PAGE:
It’s been awhile since I’ve been able to do a deep dive on the Denver Nuggets and sadly, this week didn’t work out to provide a proper, focused column. However, my notebook is starting to overflow with loose notes on the team so I figured in lieu of a column I could just provide quick hits on some things I’ve observed and found interesting.

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The perfect simple action

A set play or action doesn’t have to be complex or unique in order to work. Often times it’s more about the execution, details, and personnel that a team uses than it is about the complexity. The clip above is a simple action that the Nuggets have gone to a fair amount recently and have gotten great results.

To set the stage, the Nuggets run this with their two best lineup combinations. The trio of stars in Nikola Jokic, Gary Harris, and Jamal Murray alongside Trey Lyles and either Will Barton or Wilson Chandler. They place Murray and Barton/Chandler on the weak side with the latter coming off of a pindown and the option to either curl in for a post-up or pop out to the wing to space the floor.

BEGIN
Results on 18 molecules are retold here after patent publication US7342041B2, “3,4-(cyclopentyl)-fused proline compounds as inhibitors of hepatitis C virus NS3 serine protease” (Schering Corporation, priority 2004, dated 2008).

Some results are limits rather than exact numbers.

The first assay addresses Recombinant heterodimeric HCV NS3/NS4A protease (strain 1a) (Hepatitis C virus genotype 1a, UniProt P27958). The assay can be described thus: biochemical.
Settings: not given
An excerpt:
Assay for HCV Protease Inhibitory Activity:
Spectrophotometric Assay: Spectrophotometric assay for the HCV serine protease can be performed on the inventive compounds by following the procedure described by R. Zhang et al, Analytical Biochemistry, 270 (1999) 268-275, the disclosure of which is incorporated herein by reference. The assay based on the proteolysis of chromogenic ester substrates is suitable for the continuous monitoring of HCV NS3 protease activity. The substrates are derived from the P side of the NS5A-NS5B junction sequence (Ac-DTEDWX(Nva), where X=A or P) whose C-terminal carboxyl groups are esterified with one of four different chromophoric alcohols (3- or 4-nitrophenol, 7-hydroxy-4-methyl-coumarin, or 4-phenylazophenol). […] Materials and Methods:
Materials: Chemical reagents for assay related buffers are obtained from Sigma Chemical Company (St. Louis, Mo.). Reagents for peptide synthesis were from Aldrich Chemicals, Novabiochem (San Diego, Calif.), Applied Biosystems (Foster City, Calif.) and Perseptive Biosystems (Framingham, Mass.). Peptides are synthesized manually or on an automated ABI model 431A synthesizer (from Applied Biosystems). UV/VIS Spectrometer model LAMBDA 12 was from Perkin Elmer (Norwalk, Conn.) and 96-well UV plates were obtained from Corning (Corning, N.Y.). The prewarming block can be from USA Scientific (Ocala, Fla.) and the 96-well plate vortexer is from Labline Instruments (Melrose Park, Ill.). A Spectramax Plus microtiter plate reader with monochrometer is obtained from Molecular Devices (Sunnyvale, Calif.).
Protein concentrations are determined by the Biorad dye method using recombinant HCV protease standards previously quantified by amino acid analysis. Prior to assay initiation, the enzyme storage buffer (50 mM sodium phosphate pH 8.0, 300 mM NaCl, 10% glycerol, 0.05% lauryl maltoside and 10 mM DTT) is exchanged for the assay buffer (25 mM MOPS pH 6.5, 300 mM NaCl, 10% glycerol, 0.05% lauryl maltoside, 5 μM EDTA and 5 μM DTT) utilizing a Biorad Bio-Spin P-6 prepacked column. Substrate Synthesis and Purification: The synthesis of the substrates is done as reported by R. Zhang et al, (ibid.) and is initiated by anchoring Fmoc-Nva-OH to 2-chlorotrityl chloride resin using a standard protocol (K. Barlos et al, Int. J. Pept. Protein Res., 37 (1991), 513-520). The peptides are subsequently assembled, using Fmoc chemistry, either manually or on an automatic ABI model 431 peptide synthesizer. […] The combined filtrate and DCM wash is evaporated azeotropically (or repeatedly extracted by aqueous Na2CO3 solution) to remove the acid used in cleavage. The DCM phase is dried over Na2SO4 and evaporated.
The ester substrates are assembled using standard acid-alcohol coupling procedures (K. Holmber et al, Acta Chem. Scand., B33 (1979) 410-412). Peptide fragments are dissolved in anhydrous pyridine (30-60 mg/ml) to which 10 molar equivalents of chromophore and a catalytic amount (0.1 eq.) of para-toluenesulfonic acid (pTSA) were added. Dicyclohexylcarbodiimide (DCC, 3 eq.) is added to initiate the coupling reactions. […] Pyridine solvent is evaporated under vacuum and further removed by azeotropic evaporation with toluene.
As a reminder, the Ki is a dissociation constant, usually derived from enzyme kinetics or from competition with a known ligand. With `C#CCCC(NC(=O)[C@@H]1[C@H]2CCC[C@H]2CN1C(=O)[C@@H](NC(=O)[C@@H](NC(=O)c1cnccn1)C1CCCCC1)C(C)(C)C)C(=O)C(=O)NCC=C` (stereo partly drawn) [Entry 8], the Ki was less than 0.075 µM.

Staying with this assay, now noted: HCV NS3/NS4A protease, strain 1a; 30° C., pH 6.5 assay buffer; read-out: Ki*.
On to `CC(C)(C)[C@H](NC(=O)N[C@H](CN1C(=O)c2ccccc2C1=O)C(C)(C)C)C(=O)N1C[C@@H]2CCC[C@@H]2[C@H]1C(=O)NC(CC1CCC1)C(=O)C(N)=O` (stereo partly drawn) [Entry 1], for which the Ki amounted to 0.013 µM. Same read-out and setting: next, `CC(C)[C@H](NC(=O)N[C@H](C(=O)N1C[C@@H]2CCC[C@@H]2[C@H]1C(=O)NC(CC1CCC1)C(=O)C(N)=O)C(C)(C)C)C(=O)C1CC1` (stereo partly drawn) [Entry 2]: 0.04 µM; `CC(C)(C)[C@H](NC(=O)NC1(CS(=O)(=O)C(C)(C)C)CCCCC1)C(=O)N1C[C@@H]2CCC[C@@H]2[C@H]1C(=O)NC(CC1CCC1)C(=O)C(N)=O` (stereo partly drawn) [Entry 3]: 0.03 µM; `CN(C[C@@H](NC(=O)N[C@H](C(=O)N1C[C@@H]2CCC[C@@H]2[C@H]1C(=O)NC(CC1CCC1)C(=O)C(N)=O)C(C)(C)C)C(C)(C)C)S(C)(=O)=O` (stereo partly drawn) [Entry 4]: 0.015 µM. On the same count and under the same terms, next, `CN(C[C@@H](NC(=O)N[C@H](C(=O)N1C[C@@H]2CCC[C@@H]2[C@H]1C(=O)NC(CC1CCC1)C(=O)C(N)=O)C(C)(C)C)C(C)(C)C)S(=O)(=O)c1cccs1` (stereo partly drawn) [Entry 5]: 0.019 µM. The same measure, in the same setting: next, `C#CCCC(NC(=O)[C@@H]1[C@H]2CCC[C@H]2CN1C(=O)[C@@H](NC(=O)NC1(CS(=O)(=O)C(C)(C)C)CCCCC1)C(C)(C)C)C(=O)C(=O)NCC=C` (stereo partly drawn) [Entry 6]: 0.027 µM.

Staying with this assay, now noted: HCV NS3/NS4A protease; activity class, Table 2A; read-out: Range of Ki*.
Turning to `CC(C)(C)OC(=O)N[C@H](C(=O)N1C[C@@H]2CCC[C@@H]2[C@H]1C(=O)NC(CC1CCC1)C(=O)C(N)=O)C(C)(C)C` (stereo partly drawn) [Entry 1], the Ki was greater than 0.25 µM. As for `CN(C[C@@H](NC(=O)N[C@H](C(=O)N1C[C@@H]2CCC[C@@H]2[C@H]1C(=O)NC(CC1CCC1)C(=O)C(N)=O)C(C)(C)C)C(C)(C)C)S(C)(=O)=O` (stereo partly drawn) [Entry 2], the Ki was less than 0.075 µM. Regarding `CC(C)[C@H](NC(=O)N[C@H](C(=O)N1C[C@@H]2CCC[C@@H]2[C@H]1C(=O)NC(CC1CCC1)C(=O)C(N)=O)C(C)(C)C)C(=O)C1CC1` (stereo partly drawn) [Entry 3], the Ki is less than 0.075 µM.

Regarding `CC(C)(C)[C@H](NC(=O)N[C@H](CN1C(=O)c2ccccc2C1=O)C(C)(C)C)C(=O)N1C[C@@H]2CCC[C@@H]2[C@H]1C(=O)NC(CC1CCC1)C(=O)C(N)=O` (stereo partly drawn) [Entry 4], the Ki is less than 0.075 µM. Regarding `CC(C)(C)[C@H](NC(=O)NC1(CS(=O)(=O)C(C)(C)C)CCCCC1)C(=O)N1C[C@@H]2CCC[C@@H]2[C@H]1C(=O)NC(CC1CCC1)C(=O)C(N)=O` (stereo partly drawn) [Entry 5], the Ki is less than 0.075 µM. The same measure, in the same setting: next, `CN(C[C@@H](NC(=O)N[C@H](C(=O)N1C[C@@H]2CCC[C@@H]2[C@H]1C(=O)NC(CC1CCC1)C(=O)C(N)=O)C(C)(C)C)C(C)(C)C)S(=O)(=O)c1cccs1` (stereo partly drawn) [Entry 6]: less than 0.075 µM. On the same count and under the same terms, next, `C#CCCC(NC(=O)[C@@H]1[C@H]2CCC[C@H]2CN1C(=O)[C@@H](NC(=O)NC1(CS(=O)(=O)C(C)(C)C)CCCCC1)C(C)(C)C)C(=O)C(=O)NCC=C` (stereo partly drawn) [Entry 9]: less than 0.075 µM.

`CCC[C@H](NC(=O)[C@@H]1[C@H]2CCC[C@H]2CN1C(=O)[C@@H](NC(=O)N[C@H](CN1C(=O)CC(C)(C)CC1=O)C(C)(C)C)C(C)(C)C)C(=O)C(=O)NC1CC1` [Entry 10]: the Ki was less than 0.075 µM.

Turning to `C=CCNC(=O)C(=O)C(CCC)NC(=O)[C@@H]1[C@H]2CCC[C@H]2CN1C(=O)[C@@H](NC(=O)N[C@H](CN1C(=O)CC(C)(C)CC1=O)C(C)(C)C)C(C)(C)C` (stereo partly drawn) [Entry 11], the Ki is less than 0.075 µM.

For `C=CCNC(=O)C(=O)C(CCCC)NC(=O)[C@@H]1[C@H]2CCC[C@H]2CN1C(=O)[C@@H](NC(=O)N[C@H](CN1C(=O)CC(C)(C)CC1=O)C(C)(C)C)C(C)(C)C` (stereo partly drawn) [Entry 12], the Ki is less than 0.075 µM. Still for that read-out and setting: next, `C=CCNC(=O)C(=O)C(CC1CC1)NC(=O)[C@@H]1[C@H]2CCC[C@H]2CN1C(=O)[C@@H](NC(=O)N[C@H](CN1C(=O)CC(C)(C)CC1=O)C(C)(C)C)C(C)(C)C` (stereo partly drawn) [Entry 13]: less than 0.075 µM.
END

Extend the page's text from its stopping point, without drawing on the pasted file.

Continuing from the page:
The heart of the action places Jokic, Harris, and Lyles in their favorite spots of the floor and running their favorite type of action. Harris comes off of two staggered screens and can either attack the basket or pull up off of the handoff. Lyles pops to the left wing where he is shooting 57% on the year. Jokic gets to play quarterback and more often than not gets to roll down to the block for a post-up against an undersized or late-rotating defender.

The defense has to pick their poison. Allow Jokic to get deep post position and you are conceding a high-efficiency shot or even higher efficiency kickout. Trail Harris around the double screen or try to go under and you concede a wide open three-pointer or open lane to the basket. Help off of Lyles even a little bit and you give him a wide open three. And lastly, rotate too far over on the weak-side and you leave Murray or Barton wide open for a kickout. It’s a very simple action but one that utilizes that lineup very well.

Nice set play to create a Lyles switch